Optimizing Lectures From a Cognitive Load Perspective

Jaime Jordan, Jason Wagner, David E. Manthey, Meg Wolff, Sally Santen, Stephen J. Cico

Research output: Contribution to journalComment/debate


Lectures are a common instructional method in medical education. Understanding the cognitive processes and theories involved in learning is essential for lecturers to be effective. Cognitive load theory is one theory that is becoming increasingly recognized in medical education and addresses the appropriate use of one's working memory. Memory is essential to knowledge acquisition. Two types of memory can be considered, working memory (processing of information) and long-term memory (storage of information). Working memory has a limited capacity. Cognitive load refers to the amount of information processing activity imposed on working memory and can be divided into three domains: intrinsic, extraneous, and germane. By attending to cognitive load, educators can promote learning. This paper highlights various ways of improving cognitive load for learners during lecture-based instruction by minimizing extraneous load, optimizing intrinsic load, and promoting germane load.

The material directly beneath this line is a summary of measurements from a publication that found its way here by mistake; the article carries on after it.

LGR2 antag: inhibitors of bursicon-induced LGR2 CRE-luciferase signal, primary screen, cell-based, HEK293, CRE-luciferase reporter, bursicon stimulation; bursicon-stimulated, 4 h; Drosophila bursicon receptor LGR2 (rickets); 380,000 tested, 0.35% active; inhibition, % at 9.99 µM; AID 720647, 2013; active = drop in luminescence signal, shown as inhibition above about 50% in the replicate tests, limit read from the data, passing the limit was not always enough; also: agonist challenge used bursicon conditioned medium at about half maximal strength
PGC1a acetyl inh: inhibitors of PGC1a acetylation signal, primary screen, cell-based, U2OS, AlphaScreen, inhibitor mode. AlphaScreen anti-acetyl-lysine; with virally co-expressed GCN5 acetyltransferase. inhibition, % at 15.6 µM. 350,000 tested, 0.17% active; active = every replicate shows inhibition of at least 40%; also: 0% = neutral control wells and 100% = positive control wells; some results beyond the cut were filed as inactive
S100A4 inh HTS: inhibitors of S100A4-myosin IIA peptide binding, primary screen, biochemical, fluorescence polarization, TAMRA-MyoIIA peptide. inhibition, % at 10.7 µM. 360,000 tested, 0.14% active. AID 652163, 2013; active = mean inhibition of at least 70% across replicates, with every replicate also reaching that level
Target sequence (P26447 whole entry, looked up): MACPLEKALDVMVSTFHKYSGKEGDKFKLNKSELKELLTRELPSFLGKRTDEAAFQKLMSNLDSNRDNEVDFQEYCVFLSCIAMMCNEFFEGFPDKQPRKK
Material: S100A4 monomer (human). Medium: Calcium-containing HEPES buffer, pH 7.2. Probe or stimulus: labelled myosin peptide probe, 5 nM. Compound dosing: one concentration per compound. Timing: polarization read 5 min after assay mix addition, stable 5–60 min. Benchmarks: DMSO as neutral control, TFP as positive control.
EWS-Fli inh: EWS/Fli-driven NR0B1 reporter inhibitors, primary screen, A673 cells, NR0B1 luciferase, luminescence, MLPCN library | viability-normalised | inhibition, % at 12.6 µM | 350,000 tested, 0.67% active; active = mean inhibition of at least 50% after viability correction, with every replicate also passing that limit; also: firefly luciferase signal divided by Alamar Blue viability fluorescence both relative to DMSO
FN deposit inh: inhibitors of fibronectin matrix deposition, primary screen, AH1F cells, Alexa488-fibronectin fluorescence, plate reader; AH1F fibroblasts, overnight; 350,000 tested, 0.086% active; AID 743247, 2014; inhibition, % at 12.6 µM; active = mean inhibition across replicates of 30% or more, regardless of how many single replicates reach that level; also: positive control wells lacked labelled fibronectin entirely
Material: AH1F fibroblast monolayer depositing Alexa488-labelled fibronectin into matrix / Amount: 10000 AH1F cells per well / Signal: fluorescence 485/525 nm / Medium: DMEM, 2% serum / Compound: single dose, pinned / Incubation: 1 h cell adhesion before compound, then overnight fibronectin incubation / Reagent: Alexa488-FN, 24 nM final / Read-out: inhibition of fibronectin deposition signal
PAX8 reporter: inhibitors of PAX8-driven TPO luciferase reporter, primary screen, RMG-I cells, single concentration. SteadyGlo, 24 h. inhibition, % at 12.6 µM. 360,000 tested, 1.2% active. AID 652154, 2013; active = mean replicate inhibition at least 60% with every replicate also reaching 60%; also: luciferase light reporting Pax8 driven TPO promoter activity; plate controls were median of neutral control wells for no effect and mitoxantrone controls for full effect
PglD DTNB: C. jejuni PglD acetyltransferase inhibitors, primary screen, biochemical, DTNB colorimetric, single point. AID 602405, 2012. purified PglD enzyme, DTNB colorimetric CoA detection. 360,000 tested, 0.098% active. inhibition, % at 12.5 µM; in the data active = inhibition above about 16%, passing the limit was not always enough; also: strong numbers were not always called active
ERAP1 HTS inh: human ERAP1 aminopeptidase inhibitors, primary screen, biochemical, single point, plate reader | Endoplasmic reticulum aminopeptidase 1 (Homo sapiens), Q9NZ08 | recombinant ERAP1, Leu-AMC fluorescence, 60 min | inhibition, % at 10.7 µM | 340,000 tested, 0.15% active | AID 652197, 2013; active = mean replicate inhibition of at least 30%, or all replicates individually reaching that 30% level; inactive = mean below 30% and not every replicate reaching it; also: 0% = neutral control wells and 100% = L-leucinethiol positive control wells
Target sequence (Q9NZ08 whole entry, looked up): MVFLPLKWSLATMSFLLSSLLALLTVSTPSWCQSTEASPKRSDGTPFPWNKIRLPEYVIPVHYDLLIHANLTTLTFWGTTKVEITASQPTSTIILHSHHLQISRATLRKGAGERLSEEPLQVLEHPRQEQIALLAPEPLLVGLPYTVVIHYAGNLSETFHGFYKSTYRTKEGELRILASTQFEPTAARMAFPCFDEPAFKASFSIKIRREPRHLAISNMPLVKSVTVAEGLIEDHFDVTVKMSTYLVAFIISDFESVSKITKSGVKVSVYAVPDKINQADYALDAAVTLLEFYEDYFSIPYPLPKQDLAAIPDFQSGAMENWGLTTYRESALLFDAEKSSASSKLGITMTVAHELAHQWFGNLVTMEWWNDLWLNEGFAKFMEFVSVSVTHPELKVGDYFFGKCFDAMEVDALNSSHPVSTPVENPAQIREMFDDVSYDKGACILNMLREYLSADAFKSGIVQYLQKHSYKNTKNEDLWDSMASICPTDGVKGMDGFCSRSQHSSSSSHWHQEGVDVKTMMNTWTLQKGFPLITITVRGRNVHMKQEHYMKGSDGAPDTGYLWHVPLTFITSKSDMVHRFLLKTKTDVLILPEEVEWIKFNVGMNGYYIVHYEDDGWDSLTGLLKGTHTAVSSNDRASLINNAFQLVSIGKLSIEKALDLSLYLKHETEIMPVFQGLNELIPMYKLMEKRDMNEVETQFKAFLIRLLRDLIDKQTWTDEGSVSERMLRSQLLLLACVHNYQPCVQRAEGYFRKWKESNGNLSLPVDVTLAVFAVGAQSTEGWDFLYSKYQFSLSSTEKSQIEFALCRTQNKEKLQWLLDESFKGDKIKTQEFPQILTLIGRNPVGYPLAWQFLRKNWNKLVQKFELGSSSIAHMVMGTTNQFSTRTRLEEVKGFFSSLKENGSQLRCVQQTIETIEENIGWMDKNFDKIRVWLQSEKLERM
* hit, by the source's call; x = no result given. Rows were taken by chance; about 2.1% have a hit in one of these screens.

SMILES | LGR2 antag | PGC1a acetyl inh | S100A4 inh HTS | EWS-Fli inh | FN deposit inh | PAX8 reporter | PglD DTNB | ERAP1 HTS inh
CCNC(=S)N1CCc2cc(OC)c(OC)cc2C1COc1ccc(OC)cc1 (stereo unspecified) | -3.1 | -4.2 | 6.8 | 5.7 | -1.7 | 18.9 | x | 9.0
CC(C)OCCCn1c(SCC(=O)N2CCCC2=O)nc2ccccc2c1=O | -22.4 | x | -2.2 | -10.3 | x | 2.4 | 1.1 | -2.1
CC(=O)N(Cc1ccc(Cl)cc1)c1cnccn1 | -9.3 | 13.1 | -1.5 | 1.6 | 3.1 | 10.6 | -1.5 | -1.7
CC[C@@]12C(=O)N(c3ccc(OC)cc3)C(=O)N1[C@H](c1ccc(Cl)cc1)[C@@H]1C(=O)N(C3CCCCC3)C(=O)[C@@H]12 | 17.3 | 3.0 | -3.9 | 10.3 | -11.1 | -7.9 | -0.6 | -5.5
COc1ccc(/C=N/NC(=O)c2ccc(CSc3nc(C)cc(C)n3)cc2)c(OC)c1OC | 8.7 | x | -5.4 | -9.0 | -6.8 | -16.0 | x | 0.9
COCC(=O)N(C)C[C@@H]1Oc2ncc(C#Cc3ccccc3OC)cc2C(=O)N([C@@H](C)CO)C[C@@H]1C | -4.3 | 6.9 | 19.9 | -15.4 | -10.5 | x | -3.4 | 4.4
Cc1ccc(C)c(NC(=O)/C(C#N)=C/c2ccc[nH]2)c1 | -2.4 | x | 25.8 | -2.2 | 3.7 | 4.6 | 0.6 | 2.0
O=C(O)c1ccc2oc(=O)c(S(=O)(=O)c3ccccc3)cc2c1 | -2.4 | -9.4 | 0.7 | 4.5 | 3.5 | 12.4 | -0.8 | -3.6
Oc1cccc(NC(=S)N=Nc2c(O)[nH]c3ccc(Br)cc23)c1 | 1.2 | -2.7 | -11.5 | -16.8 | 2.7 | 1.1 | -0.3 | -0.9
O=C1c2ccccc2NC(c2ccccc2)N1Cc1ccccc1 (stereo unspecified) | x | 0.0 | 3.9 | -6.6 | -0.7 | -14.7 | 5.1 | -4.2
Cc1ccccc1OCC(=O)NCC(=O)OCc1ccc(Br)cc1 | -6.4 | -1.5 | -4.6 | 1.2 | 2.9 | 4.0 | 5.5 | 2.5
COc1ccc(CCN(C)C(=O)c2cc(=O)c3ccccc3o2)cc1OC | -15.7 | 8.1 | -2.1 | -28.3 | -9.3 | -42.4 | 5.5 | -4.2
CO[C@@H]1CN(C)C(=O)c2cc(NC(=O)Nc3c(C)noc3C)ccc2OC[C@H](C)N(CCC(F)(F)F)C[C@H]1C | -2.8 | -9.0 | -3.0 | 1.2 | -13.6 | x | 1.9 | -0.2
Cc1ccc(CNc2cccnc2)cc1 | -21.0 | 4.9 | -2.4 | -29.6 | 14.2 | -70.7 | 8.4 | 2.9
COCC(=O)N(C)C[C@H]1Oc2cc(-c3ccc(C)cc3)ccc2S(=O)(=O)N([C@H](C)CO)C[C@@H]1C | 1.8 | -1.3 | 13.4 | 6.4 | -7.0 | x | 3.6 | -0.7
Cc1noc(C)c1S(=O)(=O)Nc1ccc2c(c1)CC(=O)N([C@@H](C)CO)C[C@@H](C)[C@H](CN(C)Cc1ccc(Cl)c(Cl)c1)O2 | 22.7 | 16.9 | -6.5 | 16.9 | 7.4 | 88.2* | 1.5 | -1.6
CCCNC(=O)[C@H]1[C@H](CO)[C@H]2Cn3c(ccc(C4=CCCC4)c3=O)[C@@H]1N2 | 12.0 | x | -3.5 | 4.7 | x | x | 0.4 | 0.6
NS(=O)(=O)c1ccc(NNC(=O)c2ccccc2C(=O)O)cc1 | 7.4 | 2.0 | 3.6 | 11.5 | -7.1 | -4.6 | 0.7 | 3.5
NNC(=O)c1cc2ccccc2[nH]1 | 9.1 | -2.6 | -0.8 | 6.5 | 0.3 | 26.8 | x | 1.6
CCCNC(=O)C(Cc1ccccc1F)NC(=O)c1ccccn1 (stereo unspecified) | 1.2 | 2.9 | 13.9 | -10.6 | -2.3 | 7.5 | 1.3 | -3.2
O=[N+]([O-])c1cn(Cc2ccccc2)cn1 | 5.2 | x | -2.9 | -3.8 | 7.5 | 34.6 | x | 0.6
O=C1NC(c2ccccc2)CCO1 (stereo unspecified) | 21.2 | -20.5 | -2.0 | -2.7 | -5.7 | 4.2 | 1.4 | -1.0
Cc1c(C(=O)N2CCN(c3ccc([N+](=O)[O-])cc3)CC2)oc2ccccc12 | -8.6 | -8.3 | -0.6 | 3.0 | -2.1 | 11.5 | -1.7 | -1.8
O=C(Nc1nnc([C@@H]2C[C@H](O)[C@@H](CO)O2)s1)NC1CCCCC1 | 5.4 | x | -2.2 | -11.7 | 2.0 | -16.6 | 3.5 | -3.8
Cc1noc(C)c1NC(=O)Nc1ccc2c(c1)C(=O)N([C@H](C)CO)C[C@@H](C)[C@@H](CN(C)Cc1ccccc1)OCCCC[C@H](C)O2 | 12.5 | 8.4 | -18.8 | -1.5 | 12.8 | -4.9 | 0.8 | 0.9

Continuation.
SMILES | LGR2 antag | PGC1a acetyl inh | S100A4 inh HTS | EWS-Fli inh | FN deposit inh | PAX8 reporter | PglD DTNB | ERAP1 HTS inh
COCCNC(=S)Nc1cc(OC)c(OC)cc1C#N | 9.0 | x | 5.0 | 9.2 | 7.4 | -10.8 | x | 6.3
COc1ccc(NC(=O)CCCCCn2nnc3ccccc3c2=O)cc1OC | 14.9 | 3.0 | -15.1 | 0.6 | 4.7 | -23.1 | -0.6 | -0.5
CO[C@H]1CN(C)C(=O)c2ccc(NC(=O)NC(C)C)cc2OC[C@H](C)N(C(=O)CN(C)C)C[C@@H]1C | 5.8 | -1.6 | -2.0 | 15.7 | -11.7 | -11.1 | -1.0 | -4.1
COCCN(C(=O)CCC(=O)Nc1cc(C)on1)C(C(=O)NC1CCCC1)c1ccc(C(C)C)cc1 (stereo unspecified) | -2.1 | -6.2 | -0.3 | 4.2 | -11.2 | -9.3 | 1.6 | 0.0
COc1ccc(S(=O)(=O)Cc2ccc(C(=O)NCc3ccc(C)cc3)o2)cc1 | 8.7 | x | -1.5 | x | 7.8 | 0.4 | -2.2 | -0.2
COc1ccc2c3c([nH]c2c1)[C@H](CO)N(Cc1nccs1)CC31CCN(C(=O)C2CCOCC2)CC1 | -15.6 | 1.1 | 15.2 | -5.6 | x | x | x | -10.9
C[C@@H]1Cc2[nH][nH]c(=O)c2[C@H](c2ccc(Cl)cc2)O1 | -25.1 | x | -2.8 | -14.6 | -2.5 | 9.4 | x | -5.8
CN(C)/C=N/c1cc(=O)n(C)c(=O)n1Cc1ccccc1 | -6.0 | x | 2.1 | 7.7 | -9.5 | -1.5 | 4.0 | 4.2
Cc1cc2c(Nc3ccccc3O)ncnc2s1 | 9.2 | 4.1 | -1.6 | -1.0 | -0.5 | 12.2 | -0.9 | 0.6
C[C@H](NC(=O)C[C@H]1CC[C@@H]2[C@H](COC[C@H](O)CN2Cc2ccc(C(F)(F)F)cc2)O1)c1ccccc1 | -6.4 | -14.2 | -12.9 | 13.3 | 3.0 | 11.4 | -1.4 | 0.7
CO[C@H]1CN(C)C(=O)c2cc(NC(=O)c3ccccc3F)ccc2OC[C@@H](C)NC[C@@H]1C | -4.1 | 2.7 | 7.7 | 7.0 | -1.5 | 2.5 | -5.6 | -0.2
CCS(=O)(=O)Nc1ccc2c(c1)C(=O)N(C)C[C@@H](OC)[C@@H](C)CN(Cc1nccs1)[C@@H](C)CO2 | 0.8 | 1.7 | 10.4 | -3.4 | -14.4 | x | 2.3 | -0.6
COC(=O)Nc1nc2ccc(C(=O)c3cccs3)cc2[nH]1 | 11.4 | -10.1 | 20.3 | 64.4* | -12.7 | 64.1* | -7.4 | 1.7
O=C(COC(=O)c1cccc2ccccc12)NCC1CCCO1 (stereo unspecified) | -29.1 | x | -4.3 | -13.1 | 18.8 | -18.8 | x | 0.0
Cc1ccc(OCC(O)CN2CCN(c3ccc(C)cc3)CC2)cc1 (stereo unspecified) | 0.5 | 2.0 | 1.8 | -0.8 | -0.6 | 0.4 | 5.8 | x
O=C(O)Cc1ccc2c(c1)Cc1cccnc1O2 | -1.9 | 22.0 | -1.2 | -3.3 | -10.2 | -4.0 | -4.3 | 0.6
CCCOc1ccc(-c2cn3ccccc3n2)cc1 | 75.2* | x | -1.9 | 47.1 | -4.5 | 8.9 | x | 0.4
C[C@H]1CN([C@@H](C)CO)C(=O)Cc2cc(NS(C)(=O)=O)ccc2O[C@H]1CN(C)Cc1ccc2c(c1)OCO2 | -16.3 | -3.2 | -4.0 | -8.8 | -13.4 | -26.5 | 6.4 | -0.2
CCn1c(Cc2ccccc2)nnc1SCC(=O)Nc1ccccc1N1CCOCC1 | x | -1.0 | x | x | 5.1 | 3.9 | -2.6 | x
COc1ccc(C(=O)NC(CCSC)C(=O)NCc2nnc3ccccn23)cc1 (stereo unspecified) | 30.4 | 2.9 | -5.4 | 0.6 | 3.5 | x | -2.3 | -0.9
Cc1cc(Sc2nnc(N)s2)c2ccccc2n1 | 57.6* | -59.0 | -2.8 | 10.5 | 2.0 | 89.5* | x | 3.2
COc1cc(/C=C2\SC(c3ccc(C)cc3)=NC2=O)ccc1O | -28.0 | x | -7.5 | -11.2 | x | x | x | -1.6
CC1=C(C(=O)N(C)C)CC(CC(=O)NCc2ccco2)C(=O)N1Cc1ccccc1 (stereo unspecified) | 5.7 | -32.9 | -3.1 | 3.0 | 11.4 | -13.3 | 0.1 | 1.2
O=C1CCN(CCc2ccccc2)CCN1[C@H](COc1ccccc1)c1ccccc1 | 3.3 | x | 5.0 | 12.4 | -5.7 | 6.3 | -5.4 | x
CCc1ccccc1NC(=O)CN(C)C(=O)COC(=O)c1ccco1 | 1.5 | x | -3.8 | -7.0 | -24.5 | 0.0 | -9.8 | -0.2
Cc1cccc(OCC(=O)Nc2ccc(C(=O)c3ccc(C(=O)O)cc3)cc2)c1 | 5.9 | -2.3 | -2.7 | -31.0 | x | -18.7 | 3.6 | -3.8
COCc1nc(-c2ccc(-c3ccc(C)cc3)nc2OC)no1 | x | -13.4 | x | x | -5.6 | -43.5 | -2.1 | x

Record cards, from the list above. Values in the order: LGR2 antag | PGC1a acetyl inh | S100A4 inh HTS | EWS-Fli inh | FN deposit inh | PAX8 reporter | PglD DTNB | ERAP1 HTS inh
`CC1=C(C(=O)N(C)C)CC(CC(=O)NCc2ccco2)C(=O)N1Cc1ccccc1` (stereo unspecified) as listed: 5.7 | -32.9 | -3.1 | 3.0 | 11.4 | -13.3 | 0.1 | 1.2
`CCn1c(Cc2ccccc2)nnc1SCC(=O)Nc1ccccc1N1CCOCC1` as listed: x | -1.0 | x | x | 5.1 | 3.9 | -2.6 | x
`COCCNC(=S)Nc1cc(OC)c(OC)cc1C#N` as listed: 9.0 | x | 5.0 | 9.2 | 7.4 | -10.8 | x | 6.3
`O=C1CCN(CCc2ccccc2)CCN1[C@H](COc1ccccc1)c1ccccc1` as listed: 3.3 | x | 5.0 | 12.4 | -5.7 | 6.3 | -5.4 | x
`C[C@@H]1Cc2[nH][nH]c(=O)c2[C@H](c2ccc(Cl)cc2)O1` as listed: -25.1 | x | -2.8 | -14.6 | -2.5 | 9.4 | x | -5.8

Original languageEnglish (US)
JournalAEM Education and Training
StateAccepted/In press - Jan 1 2019


ASJC Scopus subject areas

  • Emergency Medicine
  • Education
  • Emergency

Cite this

Jordan, J., Wagner, J., Manthey, D. E., Wolff, M., Santen, S., & Cico, S. J. (Accepted/In press). Optimizing Lectures From a Cognitive Load Perspective. AEM Education and Training. https://doi.org/10.1002/aet2.10389